Sanger, Frederick

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Sanger, Frederick

(1918-) English biochemist who carried out extensive research into protein structure and determined the amino acid sequence of insulin, for which he was awarded the Nobel Prize in Chemistry in 1958. He also developed methodology for DNA SEQUENCING and determined the entire nucleotide sequence of a viral DNA for which he shared a second Nobel Prize in Chemistry in 1980.

Sanger,

Frederick, English biochemist and twice Nobel laureate, 1918–.
Sanger method - sequencing of DNA by employing an enzyme that can polymerase DNA and labeled nucleotides.
Sanger reagent - Synonym(s): fluoro-2,4-dinitrobenzene
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En 1958 le fue otorgado a Frederick Sanger su primer Premio Nobel de Quimica "por su trabajo en la estructura de proteinas, particularmente de la insulina", pues su trabajo de investigacion llego a la conclusion principal de que las dos cadenas polipeptidicas de la insulina tenia secuencias de aminoacidos precisos y, por extension, que cada proteina tenia una secuencia unica.
Dr Frederick Sanger, one of the greatest research pioneers: born Rendcomb 13 August 1918; married 1940 Margaret Joan Howe; (two sons, Robin and Peter, and a daughter, Sally Joan); died 19 November 2013.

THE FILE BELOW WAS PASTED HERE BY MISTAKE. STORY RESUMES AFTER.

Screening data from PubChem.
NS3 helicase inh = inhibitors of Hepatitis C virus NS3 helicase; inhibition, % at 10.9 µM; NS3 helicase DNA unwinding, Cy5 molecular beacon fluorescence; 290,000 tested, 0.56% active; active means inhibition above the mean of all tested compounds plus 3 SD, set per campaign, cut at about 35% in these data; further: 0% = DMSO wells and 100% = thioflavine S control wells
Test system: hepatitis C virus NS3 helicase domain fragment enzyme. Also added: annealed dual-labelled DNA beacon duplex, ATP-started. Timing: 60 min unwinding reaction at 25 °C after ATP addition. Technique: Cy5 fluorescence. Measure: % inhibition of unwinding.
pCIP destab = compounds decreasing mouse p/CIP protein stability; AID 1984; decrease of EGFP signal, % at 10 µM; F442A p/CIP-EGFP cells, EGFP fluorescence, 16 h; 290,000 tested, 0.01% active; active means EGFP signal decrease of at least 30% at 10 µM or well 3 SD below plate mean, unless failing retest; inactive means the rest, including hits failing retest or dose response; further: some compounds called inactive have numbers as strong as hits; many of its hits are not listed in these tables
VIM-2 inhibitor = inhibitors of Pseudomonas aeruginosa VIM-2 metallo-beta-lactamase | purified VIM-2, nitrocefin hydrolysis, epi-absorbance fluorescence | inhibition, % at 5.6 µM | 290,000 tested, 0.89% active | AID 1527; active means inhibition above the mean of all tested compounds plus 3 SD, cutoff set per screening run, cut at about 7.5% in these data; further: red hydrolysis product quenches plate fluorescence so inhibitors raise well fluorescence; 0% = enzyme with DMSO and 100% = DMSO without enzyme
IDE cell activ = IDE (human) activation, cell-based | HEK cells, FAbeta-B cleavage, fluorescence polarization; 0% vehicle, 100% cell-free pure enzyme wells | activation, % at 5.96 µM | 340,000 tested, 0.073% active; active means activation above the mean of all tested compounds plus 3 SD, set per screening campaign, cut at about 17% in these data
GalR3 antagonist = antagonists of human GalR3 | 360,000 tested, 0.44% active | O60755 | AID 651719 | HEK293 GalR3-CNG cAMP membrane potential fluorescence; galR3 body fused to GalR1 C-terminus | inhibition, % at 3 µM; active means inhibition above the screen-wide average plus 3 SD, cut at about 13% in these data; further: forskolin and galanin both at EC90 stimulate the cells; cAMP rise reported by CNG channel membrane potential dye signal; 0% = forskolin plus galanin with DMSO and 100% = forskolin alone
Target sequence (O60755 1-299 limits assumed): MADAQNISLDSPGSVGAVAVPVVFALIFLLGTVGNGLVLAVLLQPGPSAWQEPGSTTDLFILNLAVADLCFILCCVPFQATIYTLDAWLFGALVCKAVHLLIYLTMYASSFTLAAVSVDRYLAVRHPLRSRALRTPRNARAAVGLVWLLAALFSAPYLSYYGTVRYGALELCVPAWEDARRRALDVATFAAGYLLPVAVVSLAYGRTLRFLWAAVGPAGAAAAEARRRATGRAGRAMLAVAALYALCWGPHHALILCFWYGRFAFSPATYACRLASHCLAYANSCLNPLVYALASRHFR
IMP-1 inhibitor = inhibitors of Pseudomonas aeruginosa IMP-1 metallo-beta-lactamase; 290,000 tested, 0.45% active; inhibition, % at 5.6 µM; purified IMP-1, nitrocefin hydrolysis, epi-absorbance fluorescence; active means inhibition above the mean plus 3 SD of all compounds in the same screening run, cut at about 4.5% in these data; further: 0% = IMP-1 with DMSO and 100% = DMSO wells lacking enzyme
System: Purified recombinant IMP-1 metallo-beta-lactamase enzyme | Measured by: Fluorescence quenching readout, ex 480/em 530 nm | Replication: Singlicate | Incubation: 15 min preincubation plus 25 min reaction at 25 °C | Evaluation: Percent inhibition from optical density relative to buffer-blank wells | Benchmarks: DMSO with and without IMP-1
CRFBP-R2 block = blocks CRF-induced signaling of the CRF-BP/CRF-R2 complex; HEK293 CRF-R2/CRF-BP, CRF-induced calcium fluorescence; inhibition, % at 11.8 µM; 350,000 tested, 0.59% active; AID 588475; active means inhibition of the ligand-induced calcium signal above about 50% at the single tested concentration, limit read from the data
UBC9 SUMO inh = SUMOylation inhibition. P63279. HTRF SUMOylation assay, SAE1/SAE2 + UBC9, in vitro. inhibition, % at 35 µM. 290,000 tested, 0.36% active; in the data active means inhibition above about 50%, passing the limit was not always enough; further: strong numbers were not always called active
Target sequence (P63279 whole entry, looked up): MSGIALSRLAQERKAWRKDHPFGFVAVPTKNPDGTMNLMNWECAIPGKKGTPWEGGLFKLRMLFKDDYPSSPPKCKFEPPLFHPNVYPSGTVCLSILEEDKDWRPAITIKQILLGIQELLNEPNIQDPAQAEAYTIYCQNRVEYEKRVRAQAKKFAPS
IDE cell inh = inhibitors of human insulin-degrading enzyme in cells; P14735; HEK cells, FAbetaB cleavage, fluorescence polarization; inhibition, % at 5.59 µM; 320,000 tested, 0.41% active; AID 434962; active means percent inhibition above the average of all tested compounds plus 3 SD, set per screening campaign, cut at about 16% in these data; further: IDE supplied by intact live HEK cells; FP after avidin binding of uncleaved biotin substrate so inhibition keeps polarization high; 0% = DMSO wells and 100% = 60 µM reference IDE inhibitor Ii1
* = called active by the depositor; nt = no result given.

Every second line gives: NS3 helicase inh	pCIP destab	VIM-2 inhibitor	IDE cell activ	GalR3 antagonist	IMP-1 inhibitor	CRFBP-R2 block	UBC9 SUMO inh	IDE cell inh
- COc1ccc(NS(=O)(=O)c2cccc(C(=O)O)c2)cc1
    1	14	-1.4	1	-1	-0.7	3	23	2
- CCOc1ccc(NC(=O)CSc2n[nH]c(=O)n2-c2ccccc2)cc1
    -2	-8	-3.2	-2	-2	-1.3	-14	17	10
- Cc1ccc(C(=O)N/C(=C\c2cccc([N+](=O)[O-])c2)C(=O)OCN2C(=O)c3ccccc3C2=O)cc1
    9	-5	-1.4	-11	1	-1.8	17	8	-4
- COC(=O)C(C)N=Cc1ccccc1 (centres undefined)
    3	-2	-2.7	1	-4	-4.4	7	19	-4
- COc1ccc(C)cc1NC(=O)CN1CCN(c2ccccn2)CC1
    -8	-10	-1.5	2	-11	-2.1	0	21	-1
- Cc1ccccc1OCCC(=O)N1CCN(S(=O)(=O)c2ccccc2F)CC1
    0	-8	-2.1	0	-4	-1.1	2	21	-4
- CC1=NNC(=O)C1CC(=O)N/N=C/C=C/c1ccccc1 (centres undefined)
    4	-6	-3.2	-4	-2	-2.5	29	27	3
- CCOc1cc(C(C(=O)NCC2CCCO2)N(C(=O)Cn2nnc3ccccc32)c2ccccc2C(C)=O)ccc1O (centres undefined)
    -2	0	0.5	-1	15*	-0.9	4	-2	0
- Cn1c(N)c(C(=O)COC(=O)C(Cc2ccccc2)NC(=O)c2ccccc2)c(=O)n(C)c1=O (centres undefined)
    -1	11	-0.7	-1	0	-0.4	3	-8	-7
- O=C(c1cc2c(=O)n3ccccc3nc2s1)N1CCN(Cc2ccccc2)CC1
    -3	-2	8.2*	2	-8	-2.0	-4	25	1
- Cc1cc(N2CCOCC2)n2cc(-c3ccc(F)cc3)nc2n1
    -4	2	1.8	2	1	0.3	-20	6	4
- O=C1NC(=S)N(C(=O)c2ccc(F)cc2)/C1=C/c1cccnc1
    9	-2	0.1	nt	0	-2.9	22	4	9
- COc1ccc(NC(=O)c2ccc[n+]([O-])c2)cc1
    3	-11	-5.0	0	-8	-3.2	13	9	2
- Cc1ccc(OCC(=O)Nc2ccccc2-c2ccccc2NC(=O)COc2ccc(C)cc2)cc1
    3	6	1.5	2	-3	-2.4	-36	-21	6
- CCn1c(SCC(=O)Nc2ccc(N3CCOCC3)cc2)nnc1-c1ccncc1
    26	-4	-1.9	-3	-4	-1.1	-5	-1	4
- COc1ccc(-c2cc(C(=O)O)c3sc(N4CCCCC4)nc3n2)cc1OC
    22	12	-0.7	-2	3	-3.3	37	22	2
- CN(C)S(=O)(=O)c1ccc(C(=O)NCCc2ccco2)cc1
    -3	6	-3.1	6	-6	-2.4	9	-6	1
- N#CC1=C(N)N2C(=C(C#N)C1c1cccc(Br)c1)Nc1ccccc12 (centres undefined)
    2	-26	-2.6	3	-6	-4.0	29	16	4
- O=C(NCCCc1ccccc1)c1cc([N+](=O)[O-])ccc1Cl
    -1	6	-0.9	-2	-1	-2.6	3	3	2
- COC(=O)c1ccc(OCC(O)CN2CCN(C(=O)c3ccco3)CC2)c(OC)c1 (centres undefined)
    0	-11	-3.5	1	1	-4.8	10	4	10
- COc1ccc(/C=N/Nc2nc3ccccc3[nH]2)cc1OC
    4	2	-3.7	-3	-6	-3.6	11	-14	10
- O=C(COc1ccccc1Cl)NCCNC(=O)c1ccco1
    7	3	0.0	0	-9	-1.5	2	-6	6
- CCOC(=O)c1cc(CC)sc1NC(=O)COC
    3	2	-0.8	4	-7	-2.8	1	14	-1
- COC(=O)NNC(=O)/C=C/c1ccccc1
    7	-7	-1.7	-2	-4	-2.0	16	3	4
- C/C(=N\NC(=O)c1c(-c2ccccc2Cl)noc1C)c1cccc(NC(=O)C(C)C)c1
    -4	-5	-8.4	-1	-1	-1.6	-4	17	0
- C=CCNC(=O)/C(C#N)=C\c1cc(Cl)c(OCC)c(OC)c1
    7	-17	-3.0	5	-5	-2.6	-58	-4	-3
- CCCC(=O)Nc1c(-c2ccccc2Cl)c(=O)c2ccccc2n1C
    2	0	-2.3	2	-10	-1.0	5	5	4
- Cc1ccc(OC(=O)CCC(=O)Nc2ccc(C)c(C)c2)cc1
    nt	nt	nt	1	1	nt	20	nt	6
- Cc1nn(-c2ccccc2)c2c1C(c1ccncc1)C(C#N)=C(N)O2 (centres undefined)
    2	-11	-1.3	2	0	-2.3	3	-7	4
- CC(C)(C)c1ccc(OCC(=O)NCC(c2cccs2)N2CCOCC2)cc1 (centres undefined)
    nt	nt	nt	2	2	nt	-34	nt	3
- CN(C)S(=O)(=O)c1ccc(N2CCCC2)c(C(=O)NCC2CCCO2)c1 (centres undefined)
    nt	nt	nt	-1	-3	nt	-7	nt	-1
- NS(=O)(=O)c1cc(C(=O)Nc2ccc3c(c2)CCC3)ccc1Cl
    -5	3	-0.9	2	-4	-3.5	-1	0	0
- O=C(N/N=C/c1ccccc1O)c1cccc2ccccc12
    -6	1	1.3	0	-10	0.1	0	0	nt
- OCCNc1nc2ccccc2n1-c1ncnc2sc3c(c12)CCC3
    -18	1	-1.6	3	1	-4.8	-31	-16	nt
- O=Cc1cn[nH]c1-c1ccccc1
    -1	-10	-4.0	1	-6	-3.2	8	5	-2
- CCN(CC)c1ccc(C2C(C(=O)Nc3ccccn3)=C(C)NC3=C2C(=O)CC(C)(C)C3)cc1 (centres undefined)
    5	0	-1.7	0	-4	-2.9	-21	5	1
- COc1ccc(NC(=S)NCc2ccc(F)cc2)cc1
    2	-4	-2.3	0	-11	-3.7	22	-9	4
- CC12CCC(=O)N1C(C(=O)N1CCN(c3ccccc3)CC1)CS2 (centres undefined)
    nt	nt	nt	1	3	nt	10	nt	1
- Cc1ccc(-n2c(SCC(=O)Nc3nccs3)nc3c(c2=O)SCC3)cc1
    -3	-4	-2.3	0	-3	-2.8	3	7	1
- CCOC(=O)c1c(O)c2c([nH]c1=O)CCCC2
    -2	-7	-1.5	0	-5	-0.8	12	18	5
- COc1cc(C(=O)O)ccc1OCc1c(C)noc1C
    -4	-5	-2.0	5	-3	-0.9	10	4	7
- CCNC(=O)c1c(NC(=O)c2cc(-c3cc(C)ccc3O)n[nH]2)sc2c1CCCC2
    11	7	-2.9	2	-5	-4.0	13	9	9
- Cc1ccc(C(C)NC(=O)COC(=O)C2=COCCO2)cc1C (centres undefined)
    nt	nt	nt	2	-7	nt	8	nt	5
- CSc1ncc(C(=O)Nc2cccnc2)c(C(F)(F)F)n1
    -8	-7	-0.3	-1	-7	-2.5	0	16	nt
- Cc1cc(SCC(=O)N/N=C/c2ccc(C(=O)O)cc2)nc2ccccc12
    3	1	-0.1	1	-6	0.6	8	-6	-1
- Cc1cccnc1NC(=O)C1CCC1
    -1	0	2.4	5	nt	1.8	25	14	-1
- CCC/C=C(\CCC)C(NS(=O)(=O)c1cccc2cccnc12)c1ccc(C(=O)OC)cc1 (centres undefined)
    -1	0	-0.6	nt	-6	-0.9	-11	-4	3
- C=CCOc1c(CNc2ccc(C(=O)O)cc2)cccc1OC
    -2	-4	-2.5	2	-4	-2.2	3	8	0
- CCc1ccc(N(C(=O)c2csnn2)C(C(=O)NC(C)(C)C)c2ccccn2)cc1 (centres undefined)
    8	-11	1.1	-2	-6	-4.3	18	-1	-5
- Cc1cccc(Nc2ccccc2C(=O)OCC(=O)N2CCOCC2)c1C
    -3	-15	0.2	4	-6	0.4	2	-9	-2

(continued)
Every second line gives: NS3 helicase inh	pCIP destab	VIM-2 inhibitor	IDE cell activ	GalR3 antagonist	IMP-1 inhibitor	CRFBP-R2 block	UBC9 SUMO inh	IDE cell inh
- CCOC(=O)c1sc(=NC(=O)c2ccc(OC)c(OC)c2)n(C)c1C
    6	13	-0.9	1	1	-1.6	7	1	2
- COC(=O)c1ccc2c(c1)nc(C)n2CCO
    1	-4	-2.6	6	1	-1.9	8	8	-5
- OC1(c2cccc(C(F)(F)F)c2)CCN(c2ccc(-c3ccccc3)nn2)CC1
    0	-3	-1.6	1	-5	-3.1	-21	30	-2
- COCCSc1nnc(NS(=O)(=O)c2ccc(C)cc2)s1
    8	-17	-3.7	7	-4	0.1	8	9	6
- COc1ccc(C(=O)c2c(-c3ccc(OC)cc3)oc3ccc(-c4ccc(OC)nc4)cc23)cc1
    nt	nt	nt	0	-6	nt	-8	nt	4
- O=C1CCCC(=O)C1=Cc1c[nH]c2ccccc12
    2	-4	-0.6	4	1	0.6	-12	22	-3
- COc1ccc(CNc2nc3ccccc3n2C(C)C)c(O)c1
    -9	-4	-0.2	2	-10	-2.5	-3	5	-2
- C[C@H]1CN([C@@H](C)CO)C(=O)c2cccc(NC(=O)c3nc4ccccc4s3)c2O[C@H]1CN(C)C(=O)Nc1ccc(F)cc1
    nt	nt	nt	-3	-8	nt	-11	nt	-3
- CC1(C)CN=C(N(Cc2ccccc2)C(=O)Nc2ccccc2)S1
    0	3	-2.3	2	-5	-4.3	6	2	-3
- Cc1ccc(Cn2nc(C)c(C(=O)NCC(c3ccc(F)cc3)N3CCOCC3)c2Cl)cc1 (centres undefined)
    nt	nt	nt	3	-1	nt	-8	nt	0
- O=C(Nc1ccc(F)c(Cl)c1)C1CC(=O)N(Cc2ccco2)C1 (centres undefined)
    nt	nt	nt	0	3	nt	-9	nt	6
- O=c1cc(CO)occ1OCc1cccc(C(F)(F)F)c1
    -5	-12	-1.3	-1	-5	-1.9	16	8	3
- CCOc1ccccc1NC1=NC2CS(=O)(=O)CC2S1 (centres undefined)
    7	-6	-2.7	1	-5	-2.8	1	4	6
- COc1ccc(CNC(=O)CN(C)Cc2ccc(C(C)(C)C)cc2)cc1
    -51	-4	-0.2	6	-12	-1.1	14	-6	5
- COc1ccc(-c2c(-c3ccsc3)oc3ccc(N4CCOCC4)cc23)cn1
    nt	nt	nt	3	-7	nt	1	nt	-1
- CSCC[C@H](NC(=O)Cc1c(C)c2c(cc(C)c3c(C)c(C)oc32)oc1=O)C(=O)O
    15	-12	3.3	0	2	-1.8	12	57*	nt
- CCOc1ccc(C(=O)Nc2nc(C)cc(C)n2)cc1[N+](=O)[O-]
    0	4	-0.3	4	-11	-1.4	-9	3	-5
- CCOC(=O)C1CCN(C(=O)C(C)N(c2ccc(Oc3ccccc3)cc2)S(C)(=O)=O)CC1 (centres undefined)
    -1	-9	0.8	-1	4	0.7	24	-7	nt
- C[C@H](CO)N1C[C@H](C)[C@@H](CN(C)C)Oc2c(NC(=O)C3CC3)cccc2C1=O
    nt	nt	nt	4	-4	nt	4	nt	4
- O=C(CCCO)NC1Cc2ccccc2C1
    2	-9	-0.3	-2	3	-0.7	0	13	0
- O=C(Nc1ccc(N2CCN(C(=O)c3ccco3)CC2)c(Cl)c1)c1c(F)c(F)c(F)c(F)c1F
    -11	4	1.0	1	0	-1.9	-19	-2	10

Its researchers invented the science of molecular biology beginning with Frederick Sanger's Nobel Prize work on sequencing proteins and Watson and Crick's discovery of the DNA basis of the genetic code.
In 2003, 454 Life Sciences sequenced the adenovirus genome in less than one day and submitted the completed sequence to GenBank, becoming the first to develop a new method and to successfully complete a whole genome sequence since Walter Gilbert and Frederick Sanger won the Nobel Prize in 1980 for the invention of DNA sequencing.
The timeline arguably dates back to 1955, the year a Nobel Prize-winning British biochemist named Frederick Sanger first sequenced the protein bovine insulin.
The only others to have received more than one Nobel Prize are Marie Curie (Physics 1903, Chemistry 1911), Linus Pauling (Chemistry 1954, Peace 1962), John Bardeen (Physics 1956, 1972), Frederick Sanger (Chemistry 1958, 1980) and the UN High Commission for Refugees (Peace 1954, 1981).
Frederick Sanger's DNA sequencing technique of 1977 has been upgraded and is widely used today.